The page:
More than 150 Afghans who guarded Britain’s embassy in Kabul remain in the country, with several having detailed being beaten and tortured by the Taliban, the BBC reports.
Some of those employed by global security company GardaWorld had spent more than a decade in their postings, with one stating that they had been targeted by the new Afghan administration because of their work for the UK.
He said: “I was sitting outside when gunmen approached me. One of (them) then attacked me. They said you were working for the British embassy. They started beating me and they threw me on the ground. They attacked me again and again.”
Another spoke of being hit over the head with a rifle butt and being detained until he was able to persuade the Taliban he no longer worked for the British.
Human rights charity Azadi, which has been working to support and evacuate targeted Afghans, has condemned the UK government’s slow response, despite its continual proclamations of having moved thousands to safety.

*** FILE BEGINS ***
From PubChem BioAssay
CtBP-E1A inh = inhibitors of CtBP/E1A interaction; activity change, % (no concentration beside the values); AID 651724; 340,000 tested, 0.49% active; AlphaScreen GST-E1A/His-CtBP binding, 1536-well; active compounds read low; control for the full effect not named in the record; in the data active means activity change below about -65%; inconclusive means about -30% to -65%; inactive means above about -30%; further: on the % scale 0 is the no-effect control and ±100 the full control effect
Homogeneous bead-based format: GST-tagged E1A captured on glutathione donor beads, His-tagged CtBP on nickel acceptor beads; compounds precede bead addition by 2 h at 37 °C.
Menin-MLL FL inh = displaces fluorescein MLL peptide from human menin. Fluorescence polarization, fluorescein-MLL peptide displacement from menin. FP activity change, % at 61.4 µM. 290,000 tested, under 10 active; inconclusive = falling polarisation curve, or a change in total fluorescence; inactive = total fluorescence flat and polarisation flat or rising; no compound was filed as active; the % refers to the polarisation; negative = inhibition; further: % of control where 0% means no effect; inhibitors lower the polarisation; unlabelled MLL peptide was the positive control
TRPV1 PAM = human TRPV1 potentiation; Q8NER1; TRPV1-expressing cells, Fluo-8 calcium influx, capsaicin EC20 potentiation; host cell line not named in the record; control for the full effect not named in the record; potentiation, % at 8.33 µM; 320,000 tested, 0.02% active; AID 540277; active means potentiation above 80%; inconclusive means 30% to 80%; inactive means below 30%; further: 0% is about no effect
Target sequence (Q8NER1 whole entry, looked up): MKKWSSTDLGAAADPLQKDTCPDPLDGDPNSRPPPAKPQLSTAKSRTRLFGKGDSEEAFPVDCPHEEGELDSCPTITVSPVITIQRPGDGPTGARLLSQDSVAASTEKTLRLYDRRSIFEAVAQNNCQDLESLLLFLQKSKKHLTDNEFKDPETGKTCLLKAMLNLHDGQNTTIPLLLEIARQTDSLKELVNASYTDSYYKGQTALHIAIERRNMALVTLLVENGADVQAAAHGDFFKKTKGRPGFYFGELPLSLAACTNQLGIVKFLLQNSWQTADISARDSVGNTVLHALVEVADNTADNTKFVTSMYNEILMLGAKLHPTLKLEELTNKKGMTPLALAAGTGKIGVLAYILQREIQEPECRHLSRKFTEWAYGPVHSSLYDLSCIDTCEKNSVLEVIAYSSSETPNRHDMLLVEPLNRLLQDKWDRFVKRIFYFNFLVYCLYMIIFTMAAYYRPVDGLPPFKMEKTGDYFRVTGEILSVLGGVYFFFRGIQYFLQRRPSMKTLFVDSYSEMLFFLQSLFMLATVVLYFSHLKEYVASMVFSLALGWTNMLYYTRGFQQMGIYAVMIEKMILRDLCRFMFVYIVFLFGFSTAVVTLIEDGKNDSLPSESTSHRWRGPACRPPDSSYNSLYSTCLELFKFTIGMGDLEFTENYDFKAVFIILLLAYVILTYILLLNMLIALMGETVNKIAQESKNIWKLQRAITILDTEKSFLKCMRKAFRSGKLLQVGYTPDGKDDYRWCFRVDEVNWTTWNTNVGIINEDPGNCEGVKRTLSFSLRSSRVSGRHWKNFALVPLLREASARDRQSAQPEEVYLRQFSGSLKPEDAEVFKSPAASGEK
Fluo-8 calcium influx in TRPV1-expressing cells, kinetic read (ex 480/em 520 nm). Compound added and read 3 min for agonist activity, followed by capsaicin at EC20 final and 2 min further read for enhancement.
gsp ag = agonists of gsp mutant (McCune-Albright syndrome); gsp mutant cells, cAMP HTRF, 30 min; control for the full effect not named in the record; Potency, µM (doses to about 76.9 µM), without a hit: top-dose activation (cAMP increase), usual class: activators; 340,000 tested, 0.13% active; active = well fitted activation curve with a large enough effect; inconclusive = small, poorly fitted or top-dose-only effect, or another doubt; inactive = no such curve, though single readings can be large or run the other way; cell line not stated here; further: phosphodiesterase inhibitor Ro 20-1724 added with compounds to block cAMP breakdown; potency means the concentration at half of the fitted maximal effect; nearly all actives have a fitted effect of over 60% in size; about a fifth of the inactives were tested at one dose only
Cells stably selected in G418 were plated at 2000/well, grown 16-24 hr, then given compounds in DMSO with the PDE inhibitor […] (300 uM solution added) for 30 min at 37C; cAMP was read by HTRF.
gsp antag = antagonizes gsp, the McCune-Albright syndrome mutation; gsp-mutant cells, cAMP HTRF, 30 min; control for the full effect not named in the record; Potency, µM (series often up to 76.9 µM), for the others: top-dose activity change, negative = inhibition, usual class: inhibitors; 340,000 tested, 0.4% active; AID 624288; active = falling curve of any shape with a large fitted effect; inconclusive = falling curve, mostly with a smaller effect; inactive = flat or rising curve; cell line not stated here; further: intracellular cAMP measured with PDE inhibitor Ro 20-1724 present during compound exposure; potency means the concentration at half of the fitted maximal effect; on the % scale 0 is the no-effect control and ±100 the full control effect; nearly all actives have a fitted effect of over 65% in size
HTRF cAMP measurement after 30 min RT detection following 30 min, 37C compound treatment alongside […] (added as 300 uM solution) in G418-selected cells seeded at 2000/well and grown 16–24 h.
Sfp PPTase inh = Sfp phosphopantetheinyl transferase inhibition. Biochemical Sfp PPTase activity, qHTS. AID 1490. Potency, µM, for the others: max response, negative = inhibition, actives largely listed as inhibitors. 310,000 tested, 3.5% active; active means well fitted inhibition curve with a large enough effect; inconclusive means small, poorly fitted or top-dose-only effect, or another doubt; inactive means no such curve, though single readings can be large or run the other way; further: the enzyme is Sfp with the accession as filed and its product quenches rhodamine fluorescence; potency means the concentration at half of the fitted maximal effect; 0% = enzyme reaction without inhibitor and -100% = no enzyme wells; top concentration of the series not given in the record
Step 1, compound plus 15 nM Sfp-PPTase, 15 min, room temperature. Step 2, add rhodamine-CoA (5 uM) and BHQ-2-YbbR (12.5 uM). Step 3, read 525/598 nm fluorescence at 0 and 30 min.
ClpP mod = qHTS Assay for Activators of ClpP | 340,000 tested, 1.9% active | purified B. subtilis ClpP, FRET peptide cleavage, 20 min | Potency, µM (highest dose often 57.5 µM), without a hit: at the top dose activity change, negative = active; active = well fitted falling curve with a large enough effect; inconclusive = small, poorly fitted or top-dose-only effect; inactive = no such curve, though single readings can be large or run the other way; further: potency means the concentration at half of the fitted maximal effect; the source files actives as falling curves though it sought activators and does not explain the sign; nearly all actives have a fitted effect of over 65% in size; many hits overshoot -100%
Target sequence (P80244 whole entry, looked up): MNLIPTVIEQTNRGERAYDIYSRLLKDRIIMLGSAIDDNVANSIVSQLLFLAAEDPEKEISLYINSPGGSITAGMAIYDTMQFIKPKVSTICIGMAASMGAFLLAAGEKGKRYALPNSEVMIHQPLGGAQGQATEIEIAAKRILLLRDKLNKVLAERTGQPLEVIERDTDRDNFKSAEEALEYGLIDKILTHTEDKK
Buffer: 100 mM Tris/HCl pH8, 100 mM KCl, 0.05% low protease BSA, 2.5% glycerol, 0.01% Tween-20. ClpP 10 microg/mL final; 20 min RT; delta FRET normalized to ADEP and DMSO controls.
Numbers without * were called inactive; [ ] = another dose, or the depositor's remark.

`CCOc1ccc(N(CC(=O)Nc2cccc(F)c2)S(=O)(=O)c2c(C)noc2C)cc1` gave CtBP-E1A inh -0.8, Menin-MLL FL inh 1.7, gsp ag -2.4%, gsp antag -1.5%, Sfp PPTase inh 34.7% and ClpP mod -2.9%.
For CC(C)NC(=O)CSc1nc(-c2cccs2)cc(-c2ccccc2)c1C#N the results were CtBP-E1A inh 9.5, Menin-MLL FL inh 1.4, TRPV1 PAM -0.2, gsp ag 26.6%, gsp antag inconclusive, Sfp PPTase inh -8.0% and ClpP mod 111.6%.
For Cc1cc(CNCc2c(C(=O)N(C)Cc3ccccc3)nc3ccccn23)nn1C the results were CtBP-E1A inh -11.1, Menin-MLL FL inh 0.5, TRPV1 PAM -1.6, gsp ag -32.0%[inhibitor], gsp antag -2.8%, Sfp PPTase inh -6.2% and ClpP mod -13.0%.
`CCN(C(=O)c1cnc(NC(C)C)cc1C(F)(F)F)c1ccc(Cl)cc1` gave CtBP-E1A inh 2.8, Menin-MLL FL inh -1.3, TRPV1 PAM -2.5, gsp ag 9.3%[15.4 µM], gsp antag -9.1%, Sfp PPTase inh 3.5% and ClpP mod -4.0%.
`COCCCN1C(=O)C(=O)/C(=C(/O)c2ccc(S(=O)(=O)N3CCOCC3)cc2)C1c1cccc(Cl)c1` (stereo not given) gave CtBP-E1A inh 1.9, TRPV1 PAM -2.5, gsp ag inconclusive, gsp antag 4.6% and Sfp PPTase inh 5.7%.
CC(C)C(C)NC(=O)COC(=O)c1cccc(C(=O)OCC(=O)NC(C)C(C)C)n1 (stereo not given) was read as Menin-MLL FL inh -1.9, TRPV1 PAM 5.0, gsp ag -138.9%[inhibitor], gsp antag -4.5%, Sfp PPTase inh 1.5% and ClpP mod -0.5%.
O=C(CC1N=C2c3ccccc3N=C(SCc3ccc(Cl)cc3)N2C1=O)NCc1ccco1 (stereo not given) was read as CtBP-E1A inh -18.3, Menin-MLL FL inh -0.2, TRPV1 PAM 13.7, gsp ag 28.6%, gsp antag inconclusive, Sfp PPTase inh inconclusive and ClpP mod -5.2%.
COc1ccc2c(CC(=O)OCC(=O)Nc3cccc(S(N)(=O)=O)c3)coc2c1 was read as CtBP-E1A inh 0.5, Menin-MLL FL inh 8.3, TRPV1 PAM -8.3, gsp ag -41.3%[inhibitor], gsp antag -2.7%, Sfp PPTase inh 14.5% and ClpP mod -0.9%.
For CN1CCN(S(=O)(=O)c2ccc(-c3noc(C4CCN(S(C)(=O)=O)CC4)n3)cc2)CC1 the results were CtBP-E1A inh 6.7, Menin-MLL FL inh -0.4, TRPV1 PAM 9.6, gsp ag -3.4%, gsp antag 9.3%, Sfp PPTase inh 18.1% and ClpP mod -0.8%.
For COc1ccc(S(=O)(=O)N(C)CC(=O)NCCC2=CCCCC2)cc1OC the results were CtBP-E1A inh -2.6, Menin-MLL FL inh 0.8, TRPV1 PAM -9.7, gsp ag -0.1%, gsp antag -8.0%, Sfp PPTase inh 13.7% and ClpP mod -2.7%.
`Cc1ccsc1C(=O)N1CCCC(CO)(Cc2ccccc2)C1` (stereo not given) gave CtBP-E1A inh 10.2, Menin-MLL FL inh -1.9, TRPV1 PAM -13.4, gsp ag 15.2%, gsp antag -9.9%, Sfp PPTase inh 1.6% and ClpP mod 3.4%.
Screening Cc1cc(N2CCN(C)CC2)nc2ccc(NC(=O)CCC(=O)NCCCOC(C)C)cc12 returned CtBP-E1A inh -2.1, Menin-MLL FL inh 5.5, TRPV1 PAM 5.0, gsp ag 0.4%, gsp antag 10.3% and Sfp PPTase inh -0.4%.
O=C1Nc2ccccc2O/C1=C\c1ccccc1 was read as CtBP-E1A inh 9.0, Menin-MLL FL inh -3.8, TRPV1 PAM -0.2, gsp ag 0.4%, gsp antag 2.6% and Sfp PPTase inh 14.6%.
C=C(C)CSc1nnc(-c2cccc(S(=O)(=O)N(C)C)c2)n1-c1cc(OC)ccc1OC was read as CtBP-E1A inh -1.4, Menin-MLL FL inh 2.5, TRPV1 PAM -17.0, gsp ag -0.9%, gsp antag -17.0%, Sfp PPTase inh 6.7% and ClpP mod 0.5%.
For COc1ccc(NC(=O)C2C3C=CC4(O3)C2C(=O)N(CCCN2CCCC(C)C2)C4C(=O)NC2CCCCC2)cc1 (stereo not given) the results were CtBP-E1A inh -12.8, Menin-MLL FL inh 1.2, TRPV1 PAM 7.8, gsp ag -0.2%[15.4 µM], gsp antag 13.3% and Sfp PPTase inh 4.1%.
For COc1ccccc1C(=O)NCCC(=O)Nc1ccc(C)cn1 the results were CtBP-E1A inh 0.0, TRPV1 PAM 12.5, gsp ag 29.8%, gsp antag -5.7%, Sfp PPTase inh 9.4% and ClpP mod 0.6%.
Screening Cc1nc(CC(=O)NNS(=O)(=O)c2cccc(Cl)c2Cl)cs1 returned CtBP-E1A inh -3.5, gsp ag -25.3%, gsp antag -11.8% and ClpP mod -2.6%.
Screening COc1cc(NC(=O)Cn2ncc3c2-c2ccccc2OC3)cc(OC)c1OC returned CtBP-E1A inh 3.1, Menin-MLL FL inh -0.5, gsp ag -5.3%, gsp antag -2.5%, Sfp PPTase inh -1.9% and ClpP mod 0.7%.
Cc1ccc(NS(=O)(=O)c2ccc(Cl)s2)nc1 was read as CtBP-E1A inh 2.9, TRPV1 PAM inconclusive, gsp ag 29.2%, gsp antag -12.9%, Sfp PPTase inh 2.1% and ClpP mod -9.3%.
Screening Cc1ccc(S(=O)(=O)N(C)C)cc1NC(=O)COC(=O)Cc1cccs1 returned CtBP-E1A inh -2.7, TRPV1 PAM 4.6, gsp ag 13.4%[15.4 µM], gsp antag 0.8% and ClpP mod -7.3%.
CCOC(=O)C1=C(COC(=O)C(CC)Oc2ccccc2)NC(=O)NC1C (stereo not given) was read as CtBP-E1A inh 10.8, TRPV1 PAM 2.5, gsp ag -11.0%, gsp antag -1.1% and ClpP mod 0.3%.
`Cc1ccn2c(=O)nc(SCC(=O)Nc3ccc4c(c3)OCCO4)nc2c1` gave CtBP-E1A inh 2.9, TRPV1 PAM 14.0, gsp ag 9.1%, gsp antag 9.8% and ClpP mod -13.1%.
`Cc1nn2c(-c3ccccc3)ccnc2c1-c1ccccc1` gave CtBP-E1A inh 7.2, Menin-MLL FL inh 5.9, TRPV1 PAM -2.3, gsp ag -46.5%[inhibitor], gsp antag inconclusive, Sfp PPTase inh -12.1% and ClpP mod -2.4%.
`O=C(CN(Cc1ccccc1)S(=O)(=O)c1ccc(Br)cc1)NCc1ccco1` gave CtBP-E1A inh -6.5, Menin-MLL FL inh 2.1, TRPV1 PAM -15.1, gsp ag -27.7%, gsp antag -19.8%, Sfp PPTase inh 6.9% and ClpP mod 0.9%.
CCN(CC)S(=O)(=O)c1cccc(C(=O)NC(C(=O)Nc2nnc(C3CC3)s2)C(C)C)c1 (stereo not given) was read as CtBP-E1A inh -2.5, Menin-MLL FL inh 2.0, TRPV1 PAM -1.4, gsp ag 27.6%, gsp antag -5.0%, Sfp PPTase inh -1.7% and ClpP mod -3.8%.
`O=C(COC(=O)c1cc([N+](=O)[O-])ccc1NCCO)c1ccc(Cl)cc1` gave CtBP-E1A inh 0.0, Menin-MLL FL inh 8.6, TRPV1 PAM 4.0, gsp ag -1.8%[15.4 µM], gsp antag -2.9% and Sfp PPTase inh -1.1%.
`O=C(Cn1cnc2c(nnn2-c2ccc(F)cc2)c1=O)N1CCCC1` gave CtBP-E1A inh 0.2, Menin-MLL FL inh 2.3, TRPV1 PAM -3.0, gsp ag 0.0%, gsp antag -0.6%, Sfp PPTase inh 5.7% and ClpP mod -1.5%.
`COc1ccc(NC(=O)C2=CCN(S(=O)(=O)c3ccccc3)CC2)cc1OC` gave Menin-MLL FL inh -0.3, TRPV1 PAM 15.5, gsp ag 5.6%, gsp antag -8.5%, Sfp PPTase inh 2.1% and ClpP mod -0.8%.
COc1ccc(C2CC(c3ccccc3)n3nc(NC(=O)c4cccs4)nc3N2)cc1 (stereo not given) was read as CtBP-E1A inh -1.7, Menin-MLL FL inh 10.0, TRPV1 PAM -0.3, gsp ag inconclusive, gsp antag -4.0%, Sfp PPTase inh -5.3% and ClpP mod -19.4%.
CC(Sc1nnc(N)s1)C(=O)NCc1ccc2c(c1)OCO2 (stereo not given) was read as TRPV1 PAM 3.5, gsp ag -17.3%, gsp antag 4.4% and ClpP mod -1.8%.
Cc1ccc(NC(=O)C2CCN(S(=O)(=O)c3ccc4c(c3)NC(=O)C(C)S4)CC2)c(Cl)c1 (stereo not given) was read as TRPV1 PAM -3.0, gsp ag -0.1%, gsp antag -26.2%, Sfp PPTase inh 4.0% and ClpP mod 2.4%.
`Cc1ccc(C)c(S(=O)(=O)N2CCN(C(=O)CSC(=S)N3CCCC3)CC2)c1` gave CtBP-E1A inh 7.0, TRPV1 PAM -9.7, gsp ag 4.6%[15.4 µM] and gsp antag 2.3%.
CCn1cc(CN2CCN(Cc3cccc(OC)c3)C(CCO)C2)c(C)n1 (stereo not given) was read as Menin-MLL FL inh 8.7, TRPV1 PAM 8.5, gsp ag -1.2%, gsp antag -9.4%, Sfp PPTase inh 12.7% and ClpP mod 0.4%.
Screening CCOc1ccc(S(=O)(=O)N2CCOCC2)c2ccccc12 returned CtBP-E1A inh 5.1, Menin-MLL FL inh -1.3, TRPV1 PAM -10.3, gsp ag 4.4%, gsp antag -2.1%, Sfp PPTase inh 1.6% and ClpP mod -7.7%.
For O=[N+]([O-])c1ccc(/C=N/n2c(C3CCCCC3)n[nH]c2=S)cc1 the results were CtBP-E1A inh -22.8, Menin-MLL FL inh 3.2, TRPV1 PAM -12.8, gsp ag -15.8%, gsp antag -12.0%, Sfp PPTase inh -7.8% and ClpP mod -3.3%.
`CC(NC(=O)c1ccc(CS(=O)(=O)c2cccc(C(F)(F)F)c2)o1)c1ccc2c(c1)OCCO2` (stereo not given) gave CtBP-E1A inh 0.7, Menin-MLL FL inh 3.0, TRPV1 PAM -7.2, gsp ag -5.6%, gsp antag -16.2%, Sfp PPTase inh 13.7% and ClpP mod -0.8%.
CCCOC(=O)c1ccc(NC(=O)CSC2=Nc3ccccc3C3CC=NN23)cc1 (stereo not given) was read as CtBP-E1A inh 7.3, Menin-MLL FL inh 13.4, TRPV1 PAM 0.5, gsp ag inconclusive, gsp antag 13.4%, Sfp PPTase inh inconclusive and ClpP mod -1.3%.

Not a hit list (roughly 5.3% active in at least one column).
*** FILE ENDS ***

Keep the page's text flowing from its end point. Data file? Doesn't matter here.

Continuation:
Azadi director Sarah Magill said: “Through their inaction, the government has caused incalculable trauma. It is a deeply inhumane way to treat a body of staff entrusted to keep British ministers and civil servants safe.”
MPs have equally slammed the government response, with one group saying there had been a “total absence of a plan for evacuating Afghans who supported the UK mission.”
Attempting to quell ceaseless criticism, the government announced this week that the former guards would be able to apply to come to the UK from June 20 as part of its Afghan citizens resettlement scheme (ACRS), despite the program’s official launch in January.
The ACRS accompanies a separate scheme, the Afghan Relocations and Assistance Policy (ARAP), aimed to relocate those who were employed directly by the British government.
One Afghan who arrived earlier this year under ARAP said that many of his former colleagues from the embassy were being threatened on a daily basis, adding that he felt the “British have been disloyal.”
He added: “They made a promise — these men worked hard for them and now their lives are at risk.
“I can’t sleep or eat without thinking of what they’re going through. They message me constantly asking for help.”